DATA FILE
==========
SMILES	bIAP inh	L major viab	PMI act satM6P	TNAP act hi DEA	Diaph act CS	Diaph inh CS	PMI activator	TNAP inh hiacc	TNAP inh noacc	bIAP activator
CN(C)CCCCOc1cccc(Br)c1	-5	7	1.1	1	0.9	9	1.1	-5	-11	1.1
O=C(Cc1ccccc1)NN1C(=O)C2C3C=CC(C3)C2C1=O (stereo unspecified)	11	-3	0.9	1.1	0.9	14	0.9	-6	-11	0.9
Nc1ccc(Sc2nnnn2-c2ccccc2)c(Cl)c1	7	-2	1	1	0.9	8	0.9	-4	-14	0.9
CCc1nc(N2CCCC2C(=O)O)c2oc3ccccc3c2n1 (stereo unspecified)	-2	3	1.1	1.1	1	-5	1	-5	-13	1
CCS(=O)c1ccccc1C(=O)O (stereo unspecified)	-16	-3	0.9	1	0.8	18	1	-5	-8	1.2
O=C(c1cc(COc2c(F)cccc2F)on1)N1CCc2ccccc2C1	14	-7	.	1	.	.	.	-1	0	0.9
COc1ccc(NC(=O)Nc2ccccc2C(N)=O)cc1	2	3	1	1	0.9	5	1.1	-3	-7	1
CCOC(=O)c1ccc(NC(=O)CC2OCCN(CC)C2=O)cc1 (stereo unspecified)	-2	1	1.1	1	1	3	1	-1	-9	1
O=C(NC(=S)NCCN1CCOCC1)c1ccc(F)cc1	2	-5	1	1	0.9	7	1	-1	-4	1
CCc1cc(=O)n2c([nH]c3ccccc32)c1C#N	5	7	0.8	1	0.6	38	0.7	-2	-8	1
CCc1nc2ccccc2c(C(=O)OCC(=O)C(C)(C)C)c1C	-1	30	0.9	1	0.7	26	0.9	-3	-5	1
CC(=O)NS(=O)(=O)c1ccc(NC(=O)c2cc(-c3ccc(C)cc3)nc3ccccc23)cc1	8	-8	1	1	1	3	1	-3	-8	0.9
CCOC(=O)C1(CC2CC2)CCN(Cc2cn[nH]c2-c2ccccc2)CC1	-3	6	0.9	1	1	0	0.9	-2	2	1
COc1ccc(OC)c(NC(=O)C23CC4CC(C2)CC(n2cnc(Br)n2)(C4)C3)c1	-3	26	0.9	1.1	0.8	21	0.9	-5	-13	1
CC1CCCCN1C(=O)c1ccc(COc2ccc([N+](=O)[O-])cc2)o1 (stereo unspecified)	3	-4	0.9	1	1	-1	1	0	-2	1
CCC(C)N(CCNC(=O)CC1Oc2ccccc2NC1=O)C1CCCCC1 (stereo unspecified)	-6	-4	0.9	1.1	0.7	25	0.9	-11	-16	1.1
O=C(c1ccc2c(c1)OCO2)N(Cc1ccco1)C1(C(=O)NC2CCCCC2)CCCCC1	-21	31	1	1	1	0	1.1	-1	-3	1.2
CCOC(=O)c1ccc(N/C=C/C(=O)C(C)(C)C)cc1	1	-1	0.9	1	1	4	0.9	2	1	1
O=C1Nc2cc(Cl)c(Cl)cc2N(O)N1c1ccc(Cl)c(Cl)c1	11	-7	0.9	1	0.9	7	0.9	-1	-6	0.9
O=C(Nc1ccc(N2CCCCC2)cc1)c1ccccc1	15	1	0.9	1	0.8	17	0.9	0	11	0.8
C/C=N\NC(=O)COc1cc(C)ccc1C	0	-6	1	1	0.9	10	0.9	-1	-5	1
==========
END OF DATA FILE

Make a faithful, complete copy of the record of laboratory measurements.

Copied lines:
SMILES	bIAP inh	L major viab	PMI act satM6P	TNAP act hi DEA	Diaph act CS	Diaph inh CS	PMI activator	TNAP inh hiacc	TNAP inh noacc	bIAP activator
CN(C)CCCCOc1cccc(Br)c1	-5	7	1.1	1	0.9	9	1.1	-5	-11	1.1
O=C(Cc1ccccc1)NN1C(=O)C2C3C=CC(C3)C2C1=O (stereo unspecified)	11	-3	0.9	1.1	0.9	14	0.9	-6	-11	0.9
Nc1ccc(Sc2nnnn2-c2ccccc2)c(Cl)c1	7	-2	1	1	0.9	8	0.9	-4	-14	0.9
CCc1nc(N2CCCC2C(=O)O)c2oc3ccccc3c2n1 (stereo unspecified)	-2	3	1.1	1.1	1	-5	1	-5	-13	1
CCS(=O)c1ccccc1C(=O)O (stereo unspecified)	-16	-3	0.9	1	0.8	18	1	-5	-8	1.2
O=C(c1cc(COc2c(F)cccc2F)on1)N1CCc2ccccc2C1	14	-7	.	1	.	.	.	-1	0	0.9
COc1ccc(NC(=O)Nc2ccccc2C(N)=O)cc1	2	3	1	1	0.9	5	1.1	-3	-7	1
CCOC(=O)c1ccc(NC(=O)CC2OCCN(CC)C2=O)cc1 (stereo unspecified)	-2	1	1.1	1	1	3	1	-1	-9	1
O=C(NC(=S)NCCN1CCOCC1)c1ccc(F)cc1	2	-5	1	1	0.9	7	1	-1	-4	1
CCc1cc(=O)n2c([nH]c3ccccc32)c1C#N	5	7	0.8	1	0.6	38	0.7	-2	-8	1
CCc1nc2ccccc2c(C(=O)OCC(=O)C(C)(C)C)c1C	-1	30	0.9	1	0.7	26	0.9	-3	-5	1
CC(=O)NS(=O)(=O)c1ccc(NC(=O)c2cc(-c3ccc(C)cc3)nc3ccccc23)cc1	8	-8	1	1	1	3	1	-3	-8	0.9
CCOC(=O)C1(CC2CC2)CCN(Cc2cn[nH]c2-c2ccccc2)CC1	-3	6	0.9	1	1	0	0.9	-2	2	1
COc1ccc(OC)c(NC(=O)C23CC4CC(C2)CC(n2cnc(Br)n2)(C4)C3)c1	-3	26	0.9	1.1	0.8	21	0.9	-5	-13	1
CC1CCCCN1C(=O)c1ccc(COc2ccc([N+](=O)[O-])cc2)o1 (stereo unspecified)	3	-4	0.9	1	1	-1	1	0	-2	1
CCC(C)N(CCNC(=O)CC1Oc2ccccc2NC1=O)C1CCCCC1 (stereo unspecified)	-6	-4	0.9	1.1	0.7	25	0.9	-11	-16	1.1
O=C(c1ccc2c(c1)OCO2)N(Cc1ccco1)C1(C(=O)NC2CCCCC2)CCCCC1	-21	31	1	1	1	0	1.1	-1	-3	1.2
CCOC(=O)c1ccc(N/C=C/C(=O)C(C)(C)C)cc1	1	-1	0.9	1	1	4	0.9	2	1	1
O=C1Nc2cc(Cl)c(Cl)cc2N(O)N1c1ccc(Cl)c(Cl)c1	11	-7	0.9	1	0.9	7	0.9	-1	-6	0.9
O=C(Nc1ccc(N2CCCCC2)cc1)c1ccccc1	15	1	0.9	1	0.8	17	0.9	0	11	0.8
C/C=N\NC(=O)COc1cc(C)ccc1C	0	-6	1	1	0.9	10	0.9	-1	-5	1